Leo Cruz had just finished running over nine miles in two races at Dodger Stadium last weekend but was not panting at all.
What made the 41-year-old Fontana resident catch his breath was this: the thought of his Dodgers losing early in the postseason after this roller-coaster season of record-breaking highs — and record-breaking lows.
The Dodgers on Friday night begin their National League Division Series against the Arizona Diamondbacks. For the faithful, every Dodger season that ends prematurely brings pain. But never has a team had a season as promising — and therefore as potentially heartbreaking — as this one.
“It’s nervous time,” said Cruz, who jogged with a Dodgers flag draped around his shoulders like a cape. “It’s been a lot of ups and downs this year.”
The team ended its regular season with 104 wins, the most since the Dodgers began playing in Los Angeles in 1958. They have the best record in baseball and a batch of young superstars such as Cody Bellinger, who broke the National League rookie home run record with 39, and shortstop Corey Seager, last season’s Rookie of the Year.
But 2017 also includes a disastrous late-season stretch when the team lost 11 games in a row, the most since the Brooklyn Dodgers lost 16 consecutive games in 1944.
Mark Langill, the Dodgers’ team historian, said people keep asking him what to expect.
“I tell them, just watch the movie,” Langill said. “This is something where we have absolutely no idea what’s going to happen, and it drives you crazy emotionally because your heart is in it and you try to analyze it, and it’s just something that you can’t do.”
That’s just baseball, he said. Once the calendar hits October in a season that he called a “historian’s dream,” all bets are off, and there’s “beauty in the mystery.”
Count Langill among the fans who have spent their lives rooting for this team.
He was born at 6:59 p.m. on April 20, 1965, the day of the Dodgers’ home opener against the New York Mets. For years, he thought he was a “national anthem baby,” until he found an old ticket, saw that the game started later and determined he must have been a “batting practice baby.”
Langill notes that he was born in a year the Dodgers won the World Series.
Like many longtime fans, Phil Bretsky of Santa Monica has his theories about what the Dodgers need to do to end their 28-season World Series drought. Wearing a T-shirt that said Silver Fox, the nickname for 38-year-old second baseman Chase Utley, Bretsky said the postseason comes down to bullpen pitching.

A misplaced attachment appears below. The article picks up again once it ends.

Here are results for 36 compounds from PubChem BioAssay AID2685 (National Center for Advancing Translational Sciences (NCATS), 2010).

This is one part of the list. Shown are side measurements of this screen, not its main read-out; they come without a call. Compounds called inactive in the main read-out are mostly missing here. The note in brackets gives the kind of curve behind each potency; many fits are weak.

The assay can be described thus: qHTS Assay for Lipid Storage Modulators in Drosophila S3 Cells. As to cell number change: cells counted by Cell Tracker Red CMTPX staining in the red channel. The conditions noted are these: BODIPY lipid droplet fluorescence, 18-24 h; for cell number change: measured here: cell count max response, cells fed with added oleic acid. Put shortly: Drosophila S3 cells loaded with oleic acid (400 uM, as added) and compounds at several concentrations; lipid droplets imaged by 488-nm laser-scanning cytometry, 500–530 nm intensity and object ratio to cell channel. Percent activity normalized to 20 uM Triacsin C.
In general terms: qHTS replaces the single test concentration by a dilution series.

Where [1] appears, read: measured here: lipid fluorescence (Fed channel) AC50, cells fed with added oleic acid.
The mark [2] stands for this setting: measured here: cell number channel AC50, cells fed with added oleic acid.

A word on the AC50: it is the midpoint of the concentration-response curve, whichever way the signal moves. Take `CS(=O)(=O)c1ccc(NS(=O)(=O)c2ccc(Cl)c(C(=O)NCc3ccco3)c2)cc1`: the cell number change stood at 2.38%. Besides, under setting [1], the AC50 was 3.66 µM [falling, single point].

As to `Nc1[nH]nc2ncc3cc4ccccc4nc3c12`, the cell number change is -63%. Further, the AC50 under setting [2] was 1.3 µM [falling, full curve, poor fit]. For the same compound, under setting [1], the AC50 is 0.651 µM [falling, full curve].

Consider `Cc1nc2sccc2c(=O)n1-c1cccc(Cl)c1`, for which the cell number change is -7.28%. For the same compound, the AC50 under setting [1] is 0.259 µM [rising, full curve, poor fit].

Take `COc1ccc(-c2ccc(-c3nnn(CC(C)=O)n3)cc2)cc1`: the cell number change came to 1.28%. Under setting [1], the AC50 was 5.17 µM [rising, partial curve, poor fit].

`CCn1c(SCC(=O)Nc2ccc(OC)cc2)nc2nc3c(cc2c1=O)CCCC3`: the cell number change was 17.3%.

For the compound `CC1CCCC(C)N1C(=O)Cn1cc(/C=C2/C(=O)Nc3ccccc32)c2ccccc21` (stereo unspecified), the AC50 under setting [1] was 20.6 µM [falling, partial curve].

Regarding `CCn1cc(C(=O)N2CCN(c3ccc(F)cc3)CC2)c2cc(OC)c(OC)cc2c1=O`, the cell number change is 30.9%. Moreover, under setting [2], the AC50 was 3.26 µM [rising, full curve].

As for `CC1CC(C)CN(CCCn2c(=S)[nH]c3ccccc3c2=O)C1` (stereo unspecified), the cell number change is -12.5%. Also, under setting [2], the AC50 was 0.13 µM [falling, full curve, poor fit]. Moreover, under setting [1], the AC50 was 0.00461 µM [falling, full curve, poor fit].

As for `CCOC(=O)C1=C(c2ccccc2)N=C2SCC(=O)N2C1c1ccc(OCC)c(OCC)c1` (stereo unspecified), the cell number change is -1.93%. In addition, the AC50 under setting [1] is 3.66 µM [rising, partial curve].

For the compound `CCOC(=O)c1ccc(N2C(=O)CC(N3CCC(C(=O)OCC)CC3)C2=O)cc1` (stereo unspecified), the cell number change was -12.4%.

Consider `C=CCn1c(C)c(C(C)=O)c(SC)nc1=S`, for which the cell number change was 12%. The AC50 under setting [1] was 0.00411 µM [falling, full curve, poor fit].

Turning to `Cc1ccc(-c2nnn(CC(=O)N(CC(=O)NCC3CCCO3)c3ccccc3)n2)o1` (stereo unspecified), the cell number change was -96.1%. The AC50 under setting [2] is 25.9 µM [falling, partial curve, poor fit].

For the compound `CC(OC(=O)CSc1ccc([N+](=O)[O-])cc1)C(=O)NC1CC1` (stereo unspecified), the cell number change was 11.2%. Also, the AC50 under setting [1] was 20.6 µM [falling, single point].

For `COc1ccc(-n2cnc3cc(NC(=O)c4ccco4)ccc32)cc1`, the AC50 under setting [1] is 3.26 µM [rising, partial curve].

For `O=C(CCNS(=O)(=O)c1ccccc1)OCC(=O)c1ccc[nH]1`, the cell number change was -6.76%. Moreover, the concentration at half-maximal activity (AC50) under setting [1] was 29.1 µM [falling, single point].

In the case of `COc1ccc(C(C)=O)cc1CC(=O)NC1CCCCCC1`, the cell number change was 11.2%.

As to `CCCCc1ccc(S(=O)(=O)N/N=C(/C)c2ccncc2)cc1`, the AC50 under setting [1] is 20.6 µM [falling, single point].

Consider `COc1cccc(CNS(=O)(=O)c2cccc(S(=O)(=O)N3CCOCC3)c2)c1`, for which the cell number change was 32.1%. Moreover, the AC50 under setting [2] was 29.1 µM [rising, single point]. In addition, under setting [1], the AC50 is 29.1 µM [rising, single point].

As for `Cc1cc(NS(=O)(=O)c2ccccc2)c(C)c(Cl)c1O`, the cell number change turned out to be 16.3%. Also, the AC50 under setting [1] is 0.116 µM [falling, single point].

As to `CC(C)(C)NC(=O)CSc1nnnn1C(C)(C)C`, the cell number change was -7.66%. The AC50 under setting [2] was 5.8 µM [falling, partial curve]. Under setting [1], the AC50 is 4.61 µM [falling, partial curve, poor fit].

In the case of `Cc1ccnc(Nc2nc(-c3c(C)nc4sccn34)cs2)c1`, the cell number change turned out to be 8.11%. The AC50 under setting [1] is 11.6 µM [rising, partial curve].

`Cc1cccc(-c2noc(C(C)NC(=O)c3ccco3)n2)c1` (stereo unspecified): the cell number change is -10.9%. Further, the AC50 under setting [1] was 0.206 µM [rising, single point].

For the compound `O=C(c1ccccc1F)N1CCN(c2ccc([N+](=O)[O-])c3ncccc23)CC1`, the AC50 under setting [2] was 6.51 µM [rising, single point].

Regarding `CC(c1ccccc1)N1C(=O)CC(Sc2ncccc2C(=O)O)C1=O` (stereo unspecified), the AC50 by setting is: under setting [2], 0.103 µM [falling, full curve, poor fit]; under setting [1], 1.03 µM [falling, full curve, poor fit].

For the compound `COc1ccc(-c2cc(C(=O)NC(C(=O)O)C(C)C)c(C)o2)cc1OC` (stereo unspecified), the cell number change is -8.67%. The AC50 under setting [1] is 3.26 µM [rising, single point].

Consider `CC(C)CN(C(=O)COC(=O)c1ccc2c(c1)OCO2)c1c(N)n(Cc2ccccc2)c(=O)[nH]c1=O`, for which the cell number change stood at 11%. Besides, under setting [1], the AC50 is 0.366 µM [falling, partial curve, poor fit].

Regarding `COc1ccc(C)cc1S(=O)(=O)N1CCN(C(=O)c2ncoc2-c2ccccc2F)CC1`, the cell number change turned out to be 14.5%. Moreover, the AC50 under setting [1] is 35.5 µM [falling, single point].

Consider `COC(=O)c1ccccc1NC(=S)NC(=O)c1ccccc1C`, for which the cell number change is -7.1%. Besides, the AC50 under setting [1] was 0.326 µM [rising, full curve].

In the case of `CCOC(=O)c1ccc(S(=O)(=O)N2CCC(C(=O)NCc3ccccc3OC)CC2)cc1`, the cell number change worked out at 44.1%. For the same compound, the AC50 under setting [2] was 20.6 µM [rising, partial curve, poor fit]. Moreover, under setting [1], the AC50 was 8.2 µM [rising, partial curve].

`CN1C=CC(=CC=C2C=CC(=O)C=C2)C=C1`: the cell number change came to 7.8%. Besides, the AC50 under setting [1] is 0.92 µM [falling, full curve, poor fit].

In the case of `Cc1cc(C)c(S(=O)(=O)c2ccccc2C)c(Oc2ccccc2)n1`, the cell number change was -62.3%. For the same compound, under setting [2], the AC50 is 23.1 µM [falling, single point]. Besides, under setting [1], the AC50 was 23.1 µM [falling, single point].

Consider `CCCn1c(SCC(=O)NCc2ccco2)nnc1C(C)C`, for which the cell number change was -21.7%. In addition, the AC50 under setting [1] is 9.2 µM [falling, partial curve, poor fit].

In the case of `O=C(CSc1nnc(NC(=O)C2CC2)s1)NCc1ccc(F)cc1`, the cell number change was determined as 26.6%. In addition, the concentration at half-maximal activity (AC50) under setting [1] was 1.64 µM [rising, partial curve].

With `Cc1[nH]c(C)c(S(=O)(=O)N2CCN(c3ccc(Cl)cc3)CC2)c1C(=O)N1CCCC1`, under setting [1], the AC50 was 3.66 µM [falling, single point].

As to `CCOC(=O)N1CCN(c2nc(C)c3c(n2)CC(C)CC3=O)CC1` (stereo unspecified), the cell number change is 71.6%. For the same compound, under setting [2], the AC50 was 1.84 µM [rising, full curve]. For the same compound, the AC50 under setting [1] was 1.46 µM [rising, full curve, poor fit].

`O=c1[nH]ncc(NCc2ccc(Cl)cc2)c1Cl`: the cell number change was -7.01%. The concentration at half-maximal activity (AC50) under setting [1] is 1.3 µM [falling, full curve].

“It’s as deep of a team as I’ve seen in all the years that I’ve been following them,” said Bretsky, who’s been a fan since moving to L.A. from New York in the mid-1990s. “Middle relief has always been the difficult part.”
He’s feeling good about the Dodgers’ chances, but he knows how quickly it can all fall apart.
Bretsky attended all of the home games in the Dodgers’ 2015 National League Division Series. He was sitting in the left-field bleachers during the make-or-break Game 5 when the Mets won, 3-2.
“It was kind of a surreal experience, where you’ve been to all the games and then it just ends,” he said. “It’s like, holy smokes, it’s over.”
Sitting at the Dodgers’ last regular-season home game against the San Diego Padres last week, Thom and Cheryl Armstrong of Claremont had different degrees of hope for the postseason.
“I’m cautiously optimistic,” Thom said.
“I am optimistic,” Cheryl said laughing.
The Armstrongs have been fans since their two sons, now in their 30s, were children, and they say the boys were raised at Dodger Stadium. In 1988, when the team last won the World Series, their older son dressed as pitcher Orel Hershiser for Halloween.
As for this year?
“If they lose, we’ll still be fans,” Thom said. “Next year’s another year.”
“You can’t have your hopes dashed to the ground,” Cheryl said. “We are not fair-weather fans, by any stretch.”
Collin Cuevas, 38, of Los Feliz said he spent September freaking out during the Dodgers’ losing streak. It got to the point where his friends who root for other teams — and want to see the Dodgers lose — told him to chill out.
“They were telling me to calm down. ‘Calm! Down!” he said laughing.
Cuevas was sharing a beer with his father, 62-year-old Charles Cuevas of Chino, at Dodger Stadium last week. The elder Cuevas said he’s been drawing baseball diamonds and trying to figure out potential postseason lineups. Collin has been doing the same.
The team is just part of the Cuevas family. Both men can say their fathers took them to Dodger Stadium when they were kids and that they both grew up listening to Vin Scully.
“Dodger Stadium is on my mind all the time,” Charles said.
A few years ago, his wife’s notary business struggled during the economic recession, and he suggested she work at Dodger Stadium as an usher. She did, and when she was named employee of the month, she got to sit an inning with Scully and take a picture with him. Charles keeps the photo on his phone and shows everyone.
The Cuevas men never miss a game. Collin Cuevas was attending the Dodgers’ final home game last week, but he still planned to watch the highlights when he got home and pester his fiancee with them.
And Charles Cuevas takes a satellite radio with him every other summer when he goes fishing in Canada with his buddies.
“In the middle of the tundra, we can hear the Dodgers,” he said beaming.
Collin says he doesn’t want to see the Dodgers make it to the postseason again — for the fifth year in a row — only to lose.
“It’s gotten to that point where we always almost get there,” he said. “We’re always like an A-minus, which almost hurts worse than if we were the last-place Giants.”
Still, if they lose, the men admitted, they’ll be back next season with no hard feelings.